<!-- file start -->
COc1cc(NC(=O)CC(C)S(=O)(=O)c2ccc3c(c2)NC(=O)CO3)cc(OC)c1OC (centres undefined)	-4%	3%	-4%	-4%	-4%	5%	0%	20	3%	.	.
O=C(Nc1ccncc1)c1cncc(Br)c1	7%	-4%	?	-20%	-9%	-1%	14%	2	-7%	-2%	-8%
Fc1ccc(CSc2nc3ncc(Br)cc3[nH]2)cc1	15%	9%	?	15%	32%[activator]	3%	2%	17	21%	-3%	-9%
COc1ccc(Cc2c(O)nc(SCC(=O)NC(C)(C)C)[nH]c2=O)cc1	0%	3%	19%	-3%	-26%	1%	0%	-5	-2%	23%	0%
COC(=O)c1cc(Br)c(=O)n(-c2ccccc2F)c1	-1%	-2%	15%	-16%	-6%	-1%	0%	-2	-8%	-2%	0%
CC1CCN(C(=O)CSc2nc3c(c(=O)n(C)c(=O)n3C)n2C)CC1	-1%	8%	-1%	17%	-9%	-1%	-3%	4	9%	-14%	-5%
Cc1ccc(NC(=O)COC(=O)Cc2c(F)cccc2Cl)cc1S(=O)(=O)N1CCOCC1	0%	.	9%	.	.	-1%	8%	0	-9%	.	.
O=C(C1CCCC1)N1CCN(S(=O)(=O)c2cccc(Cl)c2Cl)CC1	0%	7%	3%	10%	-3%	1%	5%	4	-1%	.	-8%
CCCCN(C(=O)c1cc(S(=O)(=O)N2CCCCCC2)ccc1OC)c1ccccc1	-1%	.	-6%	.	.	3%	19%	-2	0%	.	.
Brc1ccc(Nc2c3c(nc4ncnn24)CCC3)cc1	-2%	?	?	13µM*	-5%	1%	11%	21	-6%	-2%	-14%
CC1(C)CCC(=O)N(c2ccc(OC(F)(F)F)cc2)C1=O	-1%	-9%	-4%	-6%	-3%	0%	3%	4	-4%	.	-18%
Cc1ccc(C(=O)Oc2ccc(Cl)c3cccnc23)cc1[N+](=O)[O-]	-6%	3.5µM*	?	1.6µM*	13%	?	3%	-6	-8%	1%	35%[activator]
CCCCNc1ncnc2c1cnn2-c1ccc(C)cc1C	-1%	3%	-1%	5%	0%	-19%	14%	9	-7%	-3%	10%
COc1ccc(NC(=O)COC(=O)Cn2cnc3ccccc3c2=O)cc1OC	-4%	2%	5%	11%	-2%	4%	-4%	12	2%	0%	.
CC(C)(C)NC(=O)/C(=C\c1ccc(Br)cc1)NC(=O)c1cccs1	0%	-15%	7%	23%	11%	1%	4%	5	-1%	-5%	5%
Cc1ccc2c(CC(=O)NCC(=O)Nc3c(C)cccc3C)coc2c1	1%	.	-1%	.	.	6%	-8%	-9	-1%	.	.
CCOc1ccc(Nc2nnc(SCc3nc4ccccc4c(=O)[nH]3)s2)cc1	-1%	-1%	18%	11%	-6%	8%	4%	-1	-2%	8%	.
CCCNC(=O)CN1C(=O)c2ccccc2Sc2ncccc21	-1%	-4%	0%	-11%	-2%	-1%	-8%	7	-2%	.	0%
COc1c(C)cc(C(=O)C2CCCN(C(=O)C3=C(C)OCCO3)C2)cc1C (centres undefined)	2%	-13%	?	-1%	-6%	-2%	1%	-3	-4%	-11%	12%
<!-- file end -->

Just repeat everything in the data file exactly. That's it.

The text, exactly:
COc1cc(NC(=O)CC(C)S(=O)(=O)c2ccc3c(c2)NC(=O)CO3)cc(OC)c1OC (centres undefined)	-4%	3%	-4%	-4%	-4%	5%	0%	20	3%	.	.
O=C(Nc1ccncc1)c1cncc(Br)c1	7%	-4%	?	-20%	-9%	-1%	14%	2	-7%	-2%	-8%
Fc1ccc(CSc2nc3ncc(Br)cc3[nH]2)cc1	15%	9%	?	15%	32%[activator]	3%	2%	17	21%	-3%	-9%
COc1ccc(Cc2c(O)nc(SCC(=O)NC(C)(C)C)[nH]c2=O)cc1	0%	3%	19%	-3%	-26%	1%	0%	-5	-2%	23%	0%
COC(=O)c1cc(Br)c(=O)n(-c2ccccc2F)c1	-1%	-2%	15%	-16%	-6%	-1%	0%	-2	-8%	-2%	0%
CC1CCN(C(=O)CSc2nc3c(c(=O)n(C)c(=O)n3C)n2C)CC1	-1%	8%	-1%	17%	-9%	-1%	-3%	4	9%	-14%	-5%
Cc1ccc(NC(=O)COC(=O)Cc2c(F)cccc2Cl)cc1S(=O)(=O)N1CCOCC1	0%	.	9%	.	.	-1%	8%	0	-9%	.	.
O=C(C1CCCC1)N1CCN(S(=O)(=O)c2cccc(Cl)c2Cl)CC1	0%	7%	3%	10%	-3%	1%	5%	4	-1%	.	-8%
CCCCN(C(=O)c1cc(S(=O)(=O)N2CCCCCC2)ccc1OC)c1ccccc1	-1%	.	-6%	.	.	3%	19%	-2	0%	.	.
Brc1ccc(Nc2c3c(nc4ncnn24)CCC3)cc1	-2%	?	?	13µM*	-5%	1%	11%	21	-6%	-2%	-14%
CC1(C)CCC(=O)N(c2ccc(OC(F)(F)F)cc2)C1=O	-1%	-9%	-4%	-6%	-3%	0%	3%	4	-4%	.	-18%
Cc1ccc(C(=O)Oc2ccc(Cl)c3cccnc23)cc1[N+](=O)[O-]	-6%	3.5µM*	?	1.6µM*	13%	?	3%	-6	-8%	1%	35%[activator]
CCCCNc1ncnc2c1cnn2-c1ccc(C)cc1C	-1%	3%	-1%	5%	0%	-19%	14%	9	-7%	-3%	10%
COc1ccc(NC(=O)COC(=O)Cn2cnc3ccccc3c2=O)cc1OC	-4%	2%	5%	11%	-2%	4%	-4%	12	2%	0%	.
CC(C)(C)NC(=O)/C(=C\c1ccc(Br)cc1)NC(=O)c1cccs1	0%	-15%	7%	23%	11%	1%	4%	5	-1%	-5%	5%
Cc1ccc2c(CC(=O)NCC(=O)Nc3c(C)cccc3C)coc2c1	1%	.	-1%	.	.	6%	-8%	-9	-1%	.	.
CCOc1ccc(Nc2nnc(SCc3nc4ccccc4c(=O)[nH]3)s2)cc1	-1%	-1%	18%	11%	-6%	8%	4%	-1	-2%	8%	.
CCCNC(=O)CN1C(=O)c2ccccc2Sc2ncccc21	-1%	-4%	0%	-11%	-2%	-1%	-8%	7	-2%	.	0%
COc1c(C)cc(C(=O)C2CCCN(C(=O)C3=C(C)OCCO3)C2)cc1C (centres undefined)	2%	-13%	?	-1%	-6%	-2%	1%	-3	-4%	-11%	12%